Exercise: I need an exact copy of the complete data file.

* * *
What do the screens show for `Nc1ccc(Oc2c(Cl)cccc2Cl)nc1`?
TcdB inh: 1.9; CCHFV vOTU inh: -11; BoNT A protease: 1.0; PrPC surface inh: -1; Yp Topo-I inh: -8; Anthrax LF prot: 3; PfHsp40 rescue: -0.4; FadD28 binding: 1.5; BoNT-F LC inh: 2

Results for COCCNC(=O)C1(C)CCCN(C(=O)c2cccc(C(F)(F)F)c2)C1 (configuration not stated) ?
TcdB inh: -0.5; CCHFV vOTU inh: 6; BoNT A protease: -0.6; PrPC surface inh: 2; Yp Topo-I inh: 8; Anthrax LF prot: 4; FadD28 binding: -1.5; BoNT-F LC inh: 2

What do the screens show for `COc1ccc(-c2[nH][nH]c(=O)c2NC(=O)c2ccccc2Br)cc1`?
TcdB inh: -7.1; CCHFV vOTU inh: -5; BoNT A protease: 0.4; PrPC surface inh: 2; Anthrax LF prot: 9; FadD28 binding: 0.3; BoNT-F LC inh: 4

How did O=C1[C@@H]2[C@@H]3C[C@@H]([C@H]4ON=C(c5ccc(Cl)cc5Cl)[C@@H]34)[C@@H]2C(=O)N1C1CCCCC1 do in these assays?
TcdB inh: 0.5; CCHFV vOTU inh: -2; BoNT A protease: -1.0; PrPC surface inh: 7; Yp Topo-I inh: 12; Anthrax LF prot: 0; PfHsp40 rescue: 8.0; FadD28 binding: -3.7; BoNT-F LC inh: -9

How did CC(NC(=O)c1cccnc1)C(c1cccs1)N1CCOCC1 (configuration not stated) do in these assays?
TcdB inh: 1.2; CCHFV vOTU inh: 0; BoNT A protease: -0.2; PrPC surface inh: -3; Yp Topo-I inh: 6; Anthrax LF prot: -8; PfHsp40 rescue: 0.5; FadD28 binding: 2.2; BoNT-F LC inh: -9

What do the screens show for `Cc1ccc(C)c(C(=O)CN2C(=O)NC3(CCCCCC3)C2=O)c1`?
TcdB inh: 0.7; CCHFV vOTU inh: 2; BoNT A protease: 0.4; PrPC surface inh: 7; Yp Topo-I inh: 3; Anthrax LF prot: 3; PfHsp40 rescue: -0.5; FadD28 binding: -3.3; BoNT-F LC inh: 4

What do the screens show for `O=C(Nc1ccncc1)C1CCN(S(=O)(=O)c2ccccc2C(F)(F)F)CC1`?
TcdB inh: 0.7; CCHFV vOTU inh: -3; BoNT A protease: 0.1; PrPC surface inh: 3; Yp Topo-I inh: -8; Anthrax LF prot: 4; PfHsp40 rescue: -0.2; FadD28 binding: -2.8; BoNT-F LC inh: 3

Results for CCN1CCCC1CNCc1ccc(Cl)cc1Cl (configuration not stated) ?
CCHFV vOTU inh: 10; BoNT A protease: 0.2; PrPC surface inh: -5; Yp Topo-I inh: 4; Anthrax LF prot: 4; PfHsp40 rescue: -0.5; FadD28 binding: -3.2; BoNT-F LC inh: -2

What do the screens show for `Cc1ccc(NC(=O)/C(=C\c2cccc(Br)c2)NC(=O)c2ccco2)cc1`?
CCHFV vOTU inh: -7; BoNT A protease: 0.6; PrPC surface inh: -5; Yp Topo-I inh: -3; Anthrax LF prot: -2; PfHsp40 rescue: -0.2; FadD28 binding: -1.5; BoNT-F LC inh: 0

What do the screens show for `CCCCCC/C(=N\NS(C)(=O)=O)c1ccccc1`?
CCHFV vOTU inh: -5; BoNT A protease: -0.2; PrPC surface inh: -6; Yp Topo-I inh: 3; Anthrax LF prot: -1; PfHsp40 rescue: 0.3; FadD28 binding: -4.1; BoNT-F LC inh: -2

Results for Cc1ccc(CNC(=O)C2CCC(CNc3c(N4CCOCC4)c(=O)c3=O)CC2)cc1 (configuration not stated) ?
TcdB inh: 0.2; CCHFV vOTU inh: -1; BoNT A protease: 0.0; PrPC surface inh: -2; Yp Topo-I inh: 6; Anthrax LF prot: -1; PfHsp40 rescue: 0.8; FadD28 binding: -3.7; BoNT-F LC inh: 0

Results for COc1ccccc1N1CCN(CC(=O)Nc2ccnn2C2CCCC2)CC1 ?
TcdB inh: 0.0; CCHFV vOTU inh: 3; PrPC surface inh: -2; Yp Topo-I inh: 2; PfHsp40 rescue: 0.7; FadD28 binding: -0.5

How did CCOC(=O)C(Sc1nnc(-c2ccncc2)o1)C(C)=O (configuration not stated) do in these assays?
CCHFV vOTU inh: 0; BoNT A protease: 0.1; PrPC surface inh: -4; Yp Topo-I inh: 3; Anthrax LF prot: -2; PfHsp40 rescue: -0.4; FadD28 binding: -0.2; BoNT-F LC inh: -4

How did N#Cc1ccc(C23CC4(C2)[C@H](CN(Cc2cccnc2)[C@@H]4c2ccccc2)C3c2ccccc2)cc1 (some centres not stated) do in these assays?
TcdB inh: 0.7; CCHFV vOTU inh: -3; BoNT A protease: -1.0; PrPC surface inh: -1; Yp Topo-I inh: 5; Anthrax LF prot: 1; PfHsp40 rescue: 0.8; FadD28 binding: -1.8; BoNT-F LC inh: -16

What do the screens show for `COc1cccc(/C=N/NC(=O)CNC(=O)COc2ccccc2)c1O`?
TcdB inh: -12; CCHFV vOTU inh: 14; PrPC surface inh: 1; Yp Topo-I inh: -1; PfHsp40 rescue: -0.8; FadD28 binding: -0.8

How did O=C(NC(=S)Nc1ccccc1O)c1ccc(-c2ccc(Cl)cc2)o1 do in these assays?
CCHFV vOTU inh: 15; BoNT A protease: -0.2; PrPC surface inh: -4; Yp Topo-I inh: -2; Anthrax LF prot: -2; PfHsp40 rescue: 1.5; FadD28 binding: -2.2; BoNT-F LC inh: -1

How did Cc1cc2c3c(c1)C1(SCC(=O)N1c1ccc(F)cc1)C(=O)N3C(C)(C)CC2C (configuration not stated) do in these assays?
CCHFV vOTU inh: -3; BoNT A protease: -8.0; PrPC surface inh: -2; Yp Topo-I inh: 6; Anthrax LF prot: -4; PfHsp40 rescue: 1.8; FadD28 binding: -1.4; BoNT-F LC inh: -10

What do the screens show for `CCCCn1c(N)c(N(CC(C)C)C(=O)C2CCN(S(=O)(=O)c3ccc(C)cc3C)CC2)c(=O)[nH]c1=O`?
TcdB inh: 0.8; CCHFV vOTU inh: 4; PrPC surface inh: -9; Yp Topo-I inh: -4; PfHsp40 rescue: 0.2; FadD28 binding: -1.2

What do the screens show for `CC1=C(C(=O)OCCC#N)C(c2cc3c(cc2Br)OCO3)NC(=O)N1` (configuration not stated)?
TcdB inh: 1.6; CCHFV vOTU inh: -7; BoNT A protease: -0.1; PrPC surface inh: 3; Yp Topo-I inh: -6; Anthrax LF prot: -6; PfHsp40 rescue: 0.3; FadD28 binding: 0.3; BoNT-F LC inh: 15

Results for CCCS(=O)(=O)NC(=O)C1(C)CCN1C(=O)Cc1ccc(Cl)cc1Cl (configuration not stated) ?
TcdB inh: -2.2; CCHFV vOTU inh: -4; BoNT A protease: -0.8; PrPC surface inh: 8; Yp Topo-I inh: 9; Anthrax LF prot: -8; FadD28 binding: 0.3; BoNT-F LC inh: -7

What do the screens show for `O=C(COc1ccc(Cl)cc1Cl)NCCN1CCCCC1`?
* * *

What do the screens show for `Nc1ccc(Oc2c(Cl)cccc2Cl)nc1`?
TcdB inh: 1.9; CCHFV vOTU inh: -11; BoNT A protease: 1.0; PrPC surface inh: -1; Yp Topo-I inh: -8; Anthrax LF prot: 3; PfHsp40 rescue: -0.4; FadD28 binding: 1.5; BoNT-F LC inh: 2

Results for COCCNC(=O)C1(C)CCCN(C(=O)c2cccc(C(F)(F)F)c2)C1 (configuration not stated) ?
TcdB inh: -0.5; CCHFV vOTU inh: 6; BoNT A protease: -0.6; PrPC surface inh: 2; Yp Topo-I inh: 8; Anthrax LF prot: 4; FadD28 binding: -1.5; BoNT-F LC inh: 2

What do the screens show for `COc1ccc(-c2[nH][nH]c(=O)c2NC(=O)c2ccccc2Br)cc1`?
TcdB inh: -7.1; CCHFV vOTU inh: -5; BoNT A protease: 0.4; PrPC surface inh: 2; Anthrax LF prot: 9; FadD28 binding: 0.3; BoNT-F LC inh: 4

How did O=C1[C@@H]2[C@@H]3C[C@@H]([C@H]4ON=C(c5ccc(Cl)cc5Cl)[C@@H]34)[C@@H]2C(=O)N1C1CCCCC1 do in these assays?
TcdB inh: 0.5; CCHFV vOTU inh: -2; BoNT A protease: -1.0; PrPC surface inh: 7; Yp Topo-I inh: 12; Anthrax LF prot: 0; PfHsp40 rescue: 8.0; FadD28 binding: -3.7; BoNT-F LC inh: -9

How did CC(NC(=O)c1cccnc1)C(c1cccs1)N1CCOCC1 (configuration not stated) do in these assays?
TcdB inh: 1.2; CCHFV vOTU inh: 0; BoNT A protease: -0.2; PrPC surface inh: -3; Yp Topo-I inh: 6; Anthrax LF prot: -8; PfHsp40 rescue: 0.5; FadD28 binding: 2.2; BoNT-F LC inh: -9

What do the screens show for `Cc1ccc(C)c(C(=O)CN2C(=O)NC3(CCCCCC3)C2=O)c1`?
TcdB inh: 0.7; CCHFV vOTU inh: 2; BoNT A protease: 0.4; PrPC surface inh: 7; Yp Topo-I inh: 3; Anthrax LF prot: 3; PfHsp40 rescue: -0.5; FadD28 binding: -3.3; BoNT-F LC inh: 4

What do the screens show for `O=C(Nc1ccncc1)C1CCN(S(=O)(=O)c2ccccc2C(F)(F)F)CC1`?
TcdB inh: 0.7; CCHFV vOTU inh: -3; BoNT A protease: 0.1; PrPC surface inh: 3; Yp Topo-I inh: -8; Anthrax LF prot: 4; PfHsp40 rescue: -0.2; FadD28 binding: -2.8; BoNT-F LC inh: 3

Results for CCN1CCCC1CNCc1ccc(Cl)cc1Cl (configuration not stated) ?
CCHFV vOTU inh: 10; BoNT A protease: 0.2; PrPC surface inh: -5; Yp Topo-I inh: 4; Anthrax LF prot: 4; PfHsp40 rescue: -0.5; FadD28 binding: -3.2; BoNT-F LC inh: -2

What do the screens show for `Cc1ccc(NC(=O)/C(=C\c2cccc(Br)c2)NC(=O)c2ccco2)cc1`?
CCHFV vOTU inh: -7; BoNT A protease: 0.6; PrPC surface inh: -5; Yp Topo-I inh: -3; Anthrax LF prot: -2; PfHsp40 rescue: -0.2; FadD28 binding: -1.5; BoNT-F LC inh: 0

What do the screens show for `CCCCCC/C(=N\NS(C)(=O)=O)c1ccccc1`?
CCHFV vOTU inh: -5; BoNT A protease: -0.2; PrPC surface inh: -6; Yp Topo-I inh: 3; Anthrax LF prot: -1; PfHsp40 rescue: 0.3; FadD28 binding: -4.1; BoNT-F LC inh: -2

Results for Cc1ccc(CNC(=O)C2CCC(CNc3c(N4CCOCC4)c(=O)c3=O)CC2)cc1 (configuration not stated) ?
TcdB inh: 0.2; CCHFV vOTU inh: -1; BoNT A protease: 0.0; PrPC surface inh: -2; Yp Topo-I inh: 6; Anthrax LF prot: -1; PfHsp40 rescue: 0.8; FadD28 binding: -3.7; BoNT-F LC inh: 0

Results for COc1ccccc1N1CCN(CC(=O)Nc2ccnn2C2CCCC2)CC1 ?
TcdB inh: 0.0; CCHFV vOTU inh: 3; PrPC surface inh: -2; Yp Topo-I inh: 2; PfHsp40 rescue: 0.7; FadD28 binding: -0.5

How did CCOC(=O)C(Sc1nnc(-c2ccncc2)o1)C(C)=O (configuration not stated) do in these assays?
CCHFV vOTU inh: 0; BoNT A protease: 0.1; PrPC surface inh: -4; Yp Topo-I inh: 3; Anthrax LF prot: -2; PfHsp40 rescue: -0.4; FadD28 binding: -0.2; BoNT-F LC inh: -4

How did N#Cc1ccc(C23CC4(C2)[C@H](CN(Cc2cccnc2)[C@@H]4c2ccccc2)C3c2ccccc2)cc1 (some centres not stated) do in these assays?
TcdB inh: 0.7; CCHFV vOTU inh: -3; BoNT A protease: -1.0; PrPC surface inh: -1; Yp Topo-I inh: 5; Anthrax LF prot: 1; PfHsp40 rescue: 0.8; FadD28 binding: -1.8; BoNT-F LC inh: -16

What do the screens show for `COc1cccc(/C=N/NC(=O)CNC(=O)COc2ccccc2)c1O`?
TcdB inh: -12; CCHFV vOTU inh: 14; PrPC surface inh: 1; Yp Topo-I inh: -1; PfHsp40 rescue: -0.8; FadD28 binding: -0.8

How did O=C(NC(=S)Nc1ccccc1O)c1ccc(-c2ccc(Cl)cc2)o1 do in these assays?
CCHFV vOTU inh: 15; BoNT A protease: -0.2; PrPC surface inh: -4; Yp Topo-I inh: -2; Anthrax LF prot: -2; PfHsp40 rescue: 1.5; FadD28 binding: -2.2; BoNT-F LC inh: -1

How did Cc1cc2c3c(c1)C1(SCC(=O)N1c1ccc(F)cc1)C(=O)N3C(C)(C)CC2C (configuration not stated) do in these assays?
CCHFV vOTU inh: -3; BoNT A protease: -8.0; PrPC surface inh: -2; Yp Topo-I inh: 6; Anthrax LF prot: -4; PfHsp40 rescue: 1.8; FadD28 binding: -1.4; BoNT-F LC inh: -10

What do the screens show for `CCCCn1c(N)c(N(CC(C)C)C(=O)C2CCN(S(=O)(=O)c3ccc(C)cc3C)CC2)c(=O)[nH]c1=O`?
TcdB inh: 0.8; CCHFV vOTU inh: 4; PrPC surface inh: -9; Yp Topo-I inh: -4; PfHsp40 rescue: 0.2; FadD28 binding: -1.2

What do the screens show for `CC1=C(C(=O)OCCC#N)C(c2cc3c(cc2Br)OCO3)NC(=O)N1` (configuration not stated)?
TcdB inh: 1.6; CCHFV vOTU inh: -7; BoNT A protease: -0.1; PrPC surface inh: 3; Yp Topo-I inh: -6; Anthrax LF prot: -6; PfHsp40 rescue: 0.3; FadD28 binding: 0.3; BoNT-F LC inh: 15

Results for CCCS(=O)(=O)NC(=O)C1(C)CCN1C(=O)Cc1ccc(Cl)cc1Cl (configuration not stated) ?
TcdB inh: -2.2; CCHFV vOTU inh: -4; BoNT A protease: -0.8; PrPC surface inh: 8; Yp Topo-I inh: 9; Anthrax LF prot: -8; FadD28 binding: 0.3; BoNT-F LC inh: -7

What do the screens show for `O=C(COc1ccc(Cl)cc1Cl)NCCN1CCCCC1`?